All of that as an introduction to a letter I received 3 days ago.

A hand written envelope carried a hand written letter addressed to me.

Dear Carl – My mother and I live in the same area with you . We cannot speak with you personally, but we have some important information we want to share with you.

Right away I’m thinking this realtor has got a strange way of getting my attention. That misconception didn’t last long, for the letter continued with a few statements on how scary the world is, and yet there is hope in Jehovah. At this point I assumed the letter came from a Jehovah’s Witness adherent, and I always love to chat with these folk, so my interest was piqued.

The last paragraph continued with..

We engage in this activity because we are genuinely interested in our neighbors.

The author eventually gave me their email address. No signature, phone number, physical address or any other way of contacting this person – Golly, I don’t even know if the author is a male or female.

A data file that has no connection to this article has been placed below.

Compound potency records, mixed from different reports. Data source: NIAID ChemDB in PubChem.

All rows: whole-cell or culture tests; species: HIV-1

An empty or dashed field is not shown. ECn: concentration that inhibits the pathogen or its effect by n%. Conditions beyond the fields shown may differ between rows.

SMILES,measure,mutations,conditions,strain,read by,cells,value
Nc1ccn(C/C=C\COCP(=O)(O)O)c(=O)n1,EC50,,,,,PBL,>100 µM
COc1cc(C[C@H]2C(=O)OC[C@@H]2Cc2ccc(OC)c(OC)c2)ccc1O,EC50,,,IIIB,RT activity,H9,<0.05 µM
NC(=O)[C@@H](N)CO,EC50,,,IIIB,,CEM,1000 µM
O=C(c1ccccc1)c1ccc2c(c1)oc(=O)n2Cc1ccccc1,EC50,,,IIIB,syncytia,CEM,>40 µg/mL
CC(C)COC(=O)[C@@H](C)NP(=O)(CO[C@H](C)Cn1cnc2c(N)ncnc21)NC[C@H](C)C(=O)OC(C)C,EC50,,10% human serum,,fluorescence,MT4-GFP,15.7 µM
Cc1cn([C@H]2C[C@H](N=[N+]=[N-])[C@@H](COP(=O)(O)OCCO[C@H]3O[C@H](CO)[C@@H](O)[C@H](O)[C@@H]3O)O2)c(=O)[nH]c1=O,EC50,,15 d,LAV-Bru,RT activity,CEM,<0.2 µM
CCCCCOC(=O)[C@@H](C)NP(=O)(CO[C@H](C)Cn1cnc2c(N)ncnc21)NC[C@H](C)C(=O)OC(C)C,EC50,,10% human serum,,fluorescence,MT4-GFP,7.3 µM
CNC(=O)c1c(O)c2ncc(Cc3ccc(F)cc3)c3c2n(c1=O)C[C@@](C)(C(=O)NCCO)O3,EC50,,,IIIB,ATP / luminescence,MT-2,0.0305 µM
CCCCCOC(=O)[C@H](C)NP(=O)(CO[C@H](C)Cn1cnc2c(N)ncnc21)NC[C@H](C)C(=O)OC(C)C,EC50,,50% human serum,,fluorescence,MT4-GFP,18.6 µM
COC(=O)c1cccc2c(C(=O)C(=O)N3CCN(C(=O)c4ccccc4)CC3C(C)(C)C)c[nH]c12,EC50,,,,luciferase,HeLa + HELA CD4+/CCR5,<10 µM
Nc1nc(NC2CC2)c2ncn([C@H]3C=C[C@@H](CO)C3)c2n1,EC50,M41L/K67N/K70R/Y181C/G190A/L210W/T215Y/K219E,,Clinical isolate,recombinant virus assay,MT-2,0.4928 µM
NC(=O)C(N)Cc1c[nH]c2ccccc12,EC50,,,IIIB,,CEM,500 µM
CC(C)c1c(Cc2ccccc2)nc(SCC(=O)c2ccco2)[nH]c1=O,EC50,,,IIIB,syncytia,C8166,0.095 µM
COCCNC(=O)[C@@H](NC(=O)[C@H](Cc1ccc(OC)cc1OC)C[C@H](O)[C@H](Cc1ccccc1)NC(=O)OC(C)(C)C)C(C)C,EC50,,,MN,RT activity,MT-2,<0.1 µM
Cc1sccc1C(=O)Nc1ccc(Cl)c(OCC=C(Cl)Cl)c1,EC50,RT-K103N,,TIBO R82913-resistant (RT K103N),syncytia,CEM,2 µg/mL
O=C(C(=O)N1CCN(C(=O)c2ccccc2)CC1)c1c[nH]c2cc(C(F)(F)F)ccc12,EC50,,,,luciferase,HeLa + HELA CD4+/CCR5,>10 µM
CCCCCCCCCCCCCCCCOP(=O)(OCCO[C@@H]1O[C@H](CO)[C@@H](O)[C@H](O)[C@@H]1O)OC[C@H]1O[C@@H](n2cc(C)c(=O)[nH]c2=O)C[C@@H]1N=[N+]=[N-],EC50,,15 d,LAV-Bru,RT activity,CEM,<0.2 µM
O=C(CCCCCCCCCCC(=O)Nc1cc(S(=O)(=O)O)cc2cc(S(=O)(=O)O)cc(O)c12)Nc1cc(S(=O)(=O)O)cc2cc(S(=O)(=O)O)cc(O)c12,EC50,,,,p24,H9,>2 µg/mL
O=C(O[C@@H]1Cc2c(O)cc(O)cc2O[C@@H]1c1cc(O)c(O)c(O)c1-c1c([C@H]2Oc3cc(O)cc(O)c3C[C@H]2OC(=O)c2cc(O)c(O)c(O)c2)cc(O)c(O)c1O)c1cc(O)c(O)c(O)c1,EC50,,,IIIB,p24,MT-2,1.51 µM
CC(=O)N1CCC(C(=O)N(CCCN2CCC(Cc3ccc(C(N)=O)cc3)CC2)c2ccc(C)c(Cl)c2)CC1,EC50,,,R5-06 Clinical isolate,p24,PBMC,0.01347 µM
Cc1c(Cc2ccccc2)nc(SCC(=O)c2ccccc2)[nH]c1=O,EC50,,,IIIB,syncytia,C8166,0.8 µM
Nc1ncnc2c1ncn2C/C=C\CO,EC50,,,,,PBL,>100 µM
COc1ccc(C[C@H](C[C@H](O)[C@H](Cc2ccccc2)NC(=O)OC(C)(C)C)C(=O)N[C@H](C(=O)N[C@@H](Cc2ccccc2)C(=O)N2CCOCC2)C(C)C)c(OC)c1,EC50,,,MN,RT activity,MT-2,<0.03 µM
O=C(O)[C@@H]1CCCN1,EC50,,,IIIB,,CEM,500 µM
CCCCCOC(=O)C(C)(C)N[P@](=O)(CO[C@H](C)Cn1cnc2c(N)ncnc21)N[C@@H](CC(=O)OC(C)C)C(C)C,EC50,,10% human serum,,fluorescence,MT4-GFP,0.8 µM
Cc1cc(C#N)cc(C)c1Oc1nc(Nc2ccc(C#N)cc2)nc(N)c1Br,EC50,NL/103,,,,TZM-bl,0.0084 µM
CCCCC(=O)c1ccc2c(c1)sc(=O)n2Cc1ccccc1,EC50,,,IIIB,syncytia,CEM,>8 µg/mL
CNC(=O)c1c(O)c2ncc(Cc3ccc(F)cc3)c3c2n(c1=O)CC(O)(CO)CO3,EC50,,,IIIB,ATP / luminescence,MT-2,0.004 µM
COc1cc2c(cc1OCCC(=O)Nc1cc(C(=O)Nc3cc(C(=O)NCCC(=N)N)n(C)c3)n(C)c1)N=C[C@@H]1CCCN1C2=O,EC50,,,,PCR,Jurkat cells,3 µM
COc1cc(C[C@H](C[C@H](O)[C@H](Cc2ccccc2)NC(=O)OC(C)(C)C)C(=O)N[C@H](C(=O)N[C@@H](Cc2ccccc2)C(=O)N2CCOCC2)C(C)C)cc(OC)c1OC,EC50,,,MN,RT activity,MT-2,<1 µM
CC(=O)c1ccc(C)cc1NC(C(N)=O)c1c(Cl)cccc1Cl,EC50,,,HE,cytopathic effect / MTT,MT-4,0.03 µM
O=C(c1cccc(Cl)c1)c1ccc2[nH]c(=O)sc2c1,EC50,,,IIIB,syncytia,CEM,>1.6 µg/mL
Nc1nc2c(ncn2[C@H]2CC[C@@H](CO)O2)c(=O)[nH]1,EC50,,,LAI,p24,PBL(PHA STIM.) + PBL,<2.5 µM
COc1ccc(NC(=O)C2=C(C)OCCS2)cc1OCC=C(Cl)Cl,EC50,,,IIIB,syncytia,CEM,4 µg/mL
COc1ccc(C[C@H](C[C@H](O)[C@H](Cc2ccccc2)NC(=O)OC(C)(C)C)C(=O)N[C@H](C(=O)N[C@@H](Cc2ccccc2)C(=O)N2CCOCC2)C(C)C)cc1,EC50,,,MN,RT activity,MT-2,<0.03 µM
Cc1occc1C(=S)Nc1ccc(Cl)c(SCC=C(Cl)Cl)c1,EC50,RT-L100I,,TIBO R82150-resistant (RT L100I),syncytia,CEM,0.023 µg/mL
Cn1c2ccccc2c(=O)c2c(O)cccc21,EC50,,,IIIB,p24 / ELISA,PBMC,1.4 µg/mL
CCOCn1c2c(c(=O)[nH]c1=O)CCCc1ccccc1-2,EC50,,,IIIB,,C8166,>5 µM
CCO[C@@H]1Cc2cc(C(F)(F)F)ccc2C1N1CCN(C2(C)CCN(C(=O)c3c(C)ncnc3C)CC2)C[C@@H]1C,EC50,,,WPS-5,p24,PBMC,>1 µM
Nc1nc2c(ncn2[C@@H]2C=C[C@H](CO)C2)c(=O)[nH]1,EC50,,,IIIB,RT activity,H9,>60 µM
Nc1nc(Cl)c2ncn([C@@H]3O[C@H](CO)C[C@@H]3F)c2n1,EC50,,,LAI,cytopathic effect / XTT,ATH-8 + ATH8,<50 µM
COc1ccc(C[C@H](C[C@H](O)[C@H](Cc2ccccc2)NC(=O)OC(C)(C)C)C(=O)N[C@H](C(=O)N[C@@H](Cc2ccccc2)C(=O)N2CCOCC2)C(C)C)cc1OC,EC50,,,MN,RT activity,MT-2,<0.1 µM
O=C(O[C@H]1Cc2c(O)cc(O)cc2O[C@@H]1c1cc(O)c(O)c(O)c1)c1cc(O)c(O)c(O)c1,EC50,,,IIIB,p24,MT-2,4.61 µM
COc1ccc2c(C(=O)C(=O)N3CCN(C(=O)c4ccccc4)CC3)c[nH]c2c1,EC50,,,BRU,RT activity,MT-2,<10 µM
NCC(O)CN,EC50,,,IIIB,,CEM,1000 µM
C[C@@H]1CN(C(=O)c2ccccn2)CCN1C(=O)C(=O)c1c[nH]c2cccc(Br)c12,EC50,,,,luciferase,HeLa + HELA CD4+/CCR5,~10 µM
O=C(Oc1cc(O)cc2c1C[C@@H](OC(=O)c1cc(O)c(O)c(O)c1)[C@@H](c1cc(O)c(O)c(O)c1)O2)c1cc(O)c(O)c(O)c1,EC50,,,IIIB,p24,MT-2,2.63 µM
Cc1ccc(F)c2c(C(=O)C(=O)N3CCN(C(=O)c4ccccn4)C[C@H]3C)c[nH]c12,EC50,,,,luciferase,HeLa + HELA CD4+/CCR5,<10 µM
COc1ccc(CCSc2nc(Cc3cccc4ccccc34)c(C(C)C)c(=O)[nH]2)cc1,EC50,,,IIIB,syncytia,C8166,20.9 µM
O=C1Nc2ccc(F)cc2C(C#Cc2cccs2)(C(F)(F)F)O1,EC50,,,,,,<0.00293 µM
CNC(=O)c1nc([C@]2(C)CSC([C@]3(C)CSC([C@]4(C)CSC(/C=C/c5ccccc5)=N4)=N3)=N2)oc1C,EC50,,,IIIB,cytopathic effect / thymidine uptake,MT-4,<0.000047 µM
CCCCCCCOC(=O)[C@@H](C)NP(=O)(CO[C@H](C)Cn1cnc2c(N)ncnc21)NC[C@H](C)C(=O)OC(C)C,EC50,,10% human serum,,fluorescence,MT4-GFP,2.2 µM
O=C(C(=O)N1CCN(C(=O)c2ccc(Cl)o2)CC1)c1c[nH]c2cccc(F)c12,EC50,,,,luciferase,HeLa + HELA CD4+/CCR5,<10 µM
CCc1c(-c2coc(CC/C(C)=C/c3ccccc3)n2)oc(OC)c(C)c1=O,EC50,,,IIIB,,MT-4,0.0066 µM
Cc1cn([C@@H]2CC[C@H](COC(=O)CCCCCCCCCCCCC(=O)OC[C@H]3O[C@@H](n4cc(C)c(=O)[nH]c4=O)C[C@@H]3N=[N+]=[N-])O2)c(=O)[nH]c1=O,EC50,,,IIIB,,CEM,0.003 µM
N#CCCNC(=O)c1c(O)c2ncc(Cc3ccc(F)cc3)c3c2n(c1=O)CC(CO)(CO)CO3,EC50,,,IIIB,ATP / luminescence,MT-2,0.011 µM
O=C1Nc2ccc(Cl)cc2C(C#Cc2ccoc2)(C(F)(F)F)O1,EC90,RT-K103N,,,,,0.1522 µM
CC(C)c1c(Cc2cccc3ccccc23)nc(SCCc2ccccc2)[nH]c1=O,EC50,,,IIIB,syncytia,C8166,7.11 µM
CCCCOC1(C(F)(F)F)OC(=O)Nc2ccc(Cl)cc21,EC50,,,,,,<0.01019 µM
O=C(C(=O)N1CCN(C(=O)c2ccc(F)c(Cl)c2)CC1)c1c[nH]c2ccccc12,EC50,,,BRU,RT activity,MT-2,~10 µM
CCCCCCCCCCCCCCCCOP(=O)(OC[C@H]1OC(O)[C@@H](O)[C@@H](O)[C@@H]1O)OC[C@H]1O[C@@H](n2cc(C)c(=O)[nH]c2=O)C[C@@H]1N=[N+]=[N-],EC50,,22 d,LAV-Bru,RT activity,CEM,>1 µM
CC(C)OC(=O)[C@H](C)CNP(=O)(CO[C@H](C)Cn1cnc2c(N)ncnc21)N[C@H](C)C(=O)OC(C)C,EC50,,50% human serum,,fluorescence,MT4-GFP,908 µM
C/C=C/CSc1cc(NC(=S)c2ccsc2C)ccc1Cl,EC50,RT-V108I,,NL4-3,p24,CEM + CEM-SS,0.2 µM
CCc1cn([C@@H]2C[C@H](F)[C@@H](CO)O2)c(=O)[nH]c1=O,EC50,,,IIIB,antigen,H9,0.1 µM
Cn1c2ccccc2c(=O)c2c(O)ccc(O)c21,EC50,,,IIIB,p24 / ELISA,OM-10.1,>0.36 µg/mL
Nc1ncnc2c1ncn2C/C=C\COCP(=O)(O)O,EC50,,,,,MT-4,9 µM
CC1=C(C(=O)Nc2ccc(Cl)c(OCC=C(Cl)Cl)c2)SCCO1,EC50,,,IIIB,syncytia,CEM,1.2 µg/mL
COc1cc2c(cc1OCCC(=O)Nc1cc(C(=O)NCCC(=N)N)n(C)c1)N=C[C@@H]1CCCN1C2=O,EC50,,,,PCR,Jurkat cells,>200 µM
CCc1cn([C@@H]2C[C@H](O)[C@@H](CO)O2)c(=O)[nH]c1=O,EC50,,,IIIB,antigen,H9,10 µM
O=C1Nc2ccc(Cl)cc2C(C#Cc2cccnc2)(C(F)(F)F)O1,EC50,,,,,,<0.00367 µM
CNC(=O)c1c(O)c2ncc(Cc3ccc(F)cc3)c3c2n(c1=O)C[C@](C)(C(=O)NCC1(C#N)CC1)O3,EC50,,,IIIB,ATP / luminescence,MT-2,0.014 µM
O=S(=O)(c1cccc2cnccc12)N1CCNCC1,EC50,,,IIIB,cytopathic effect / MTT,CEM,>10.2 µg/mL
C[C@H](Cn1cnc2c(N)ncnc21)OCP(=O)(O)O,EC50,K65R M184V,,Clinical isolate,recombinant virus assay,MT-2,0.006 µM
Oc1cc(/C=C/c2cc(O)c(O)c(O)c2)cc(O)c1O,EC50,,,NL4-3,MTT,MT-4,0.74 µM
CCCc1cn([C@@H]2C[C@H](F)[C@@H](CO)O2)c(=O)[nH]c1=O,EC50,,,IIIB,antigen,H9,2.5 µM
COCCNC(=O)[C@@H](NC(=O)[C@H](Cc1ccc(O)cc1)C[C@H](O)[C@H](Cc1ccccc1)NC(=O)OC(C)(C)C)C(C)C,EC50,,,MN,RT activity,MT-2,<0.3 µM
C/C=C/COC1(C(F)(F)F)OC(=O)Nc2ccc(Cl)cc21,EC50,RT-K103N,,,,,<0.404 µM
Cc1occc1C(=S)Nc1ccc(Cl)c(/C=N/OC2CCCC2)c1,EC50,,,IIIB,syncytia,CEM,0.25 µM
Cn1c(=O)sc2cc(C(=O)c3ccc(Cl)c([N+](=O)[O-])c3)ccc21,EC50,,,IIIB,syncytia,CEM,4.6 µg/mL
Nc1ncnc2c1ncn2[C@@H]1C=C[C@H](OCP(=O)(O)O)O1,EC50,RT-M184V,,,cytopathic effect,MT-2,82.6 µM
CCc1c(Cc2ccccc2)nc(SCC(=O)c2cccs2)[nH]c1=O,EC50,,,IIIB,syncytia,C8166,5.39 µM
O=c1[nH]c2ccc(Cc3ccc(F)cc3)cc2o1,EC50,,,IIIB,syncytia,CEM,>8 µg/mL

Immediately, I mocked this effort, and then realized I was falling into a judgmental/condemning thought pattern. Definitely not the life I want to exist in! Who knows if the author is physically disabled and cannot leave his/her home.

I decided to send off an email, seeking to be of assistance to this family.

Hello
I received a handwritten letter from you this evening, where you stated you cannot speak with us personally.
Since you know our name and where I live, it occurs to me that you may have some restrictions that are keeping you from coming to my home.
I would be happy to visit with you at your residence if you are physically disabled or unable to venture out for some other reason.
Please supply your name, address and available times to visit.  Hopefully we can schedule a mutually conducive time to visit and get to know one another.
Thank you 
Carl

I am waiting for a response and hopefully will get an opportunity to discuss.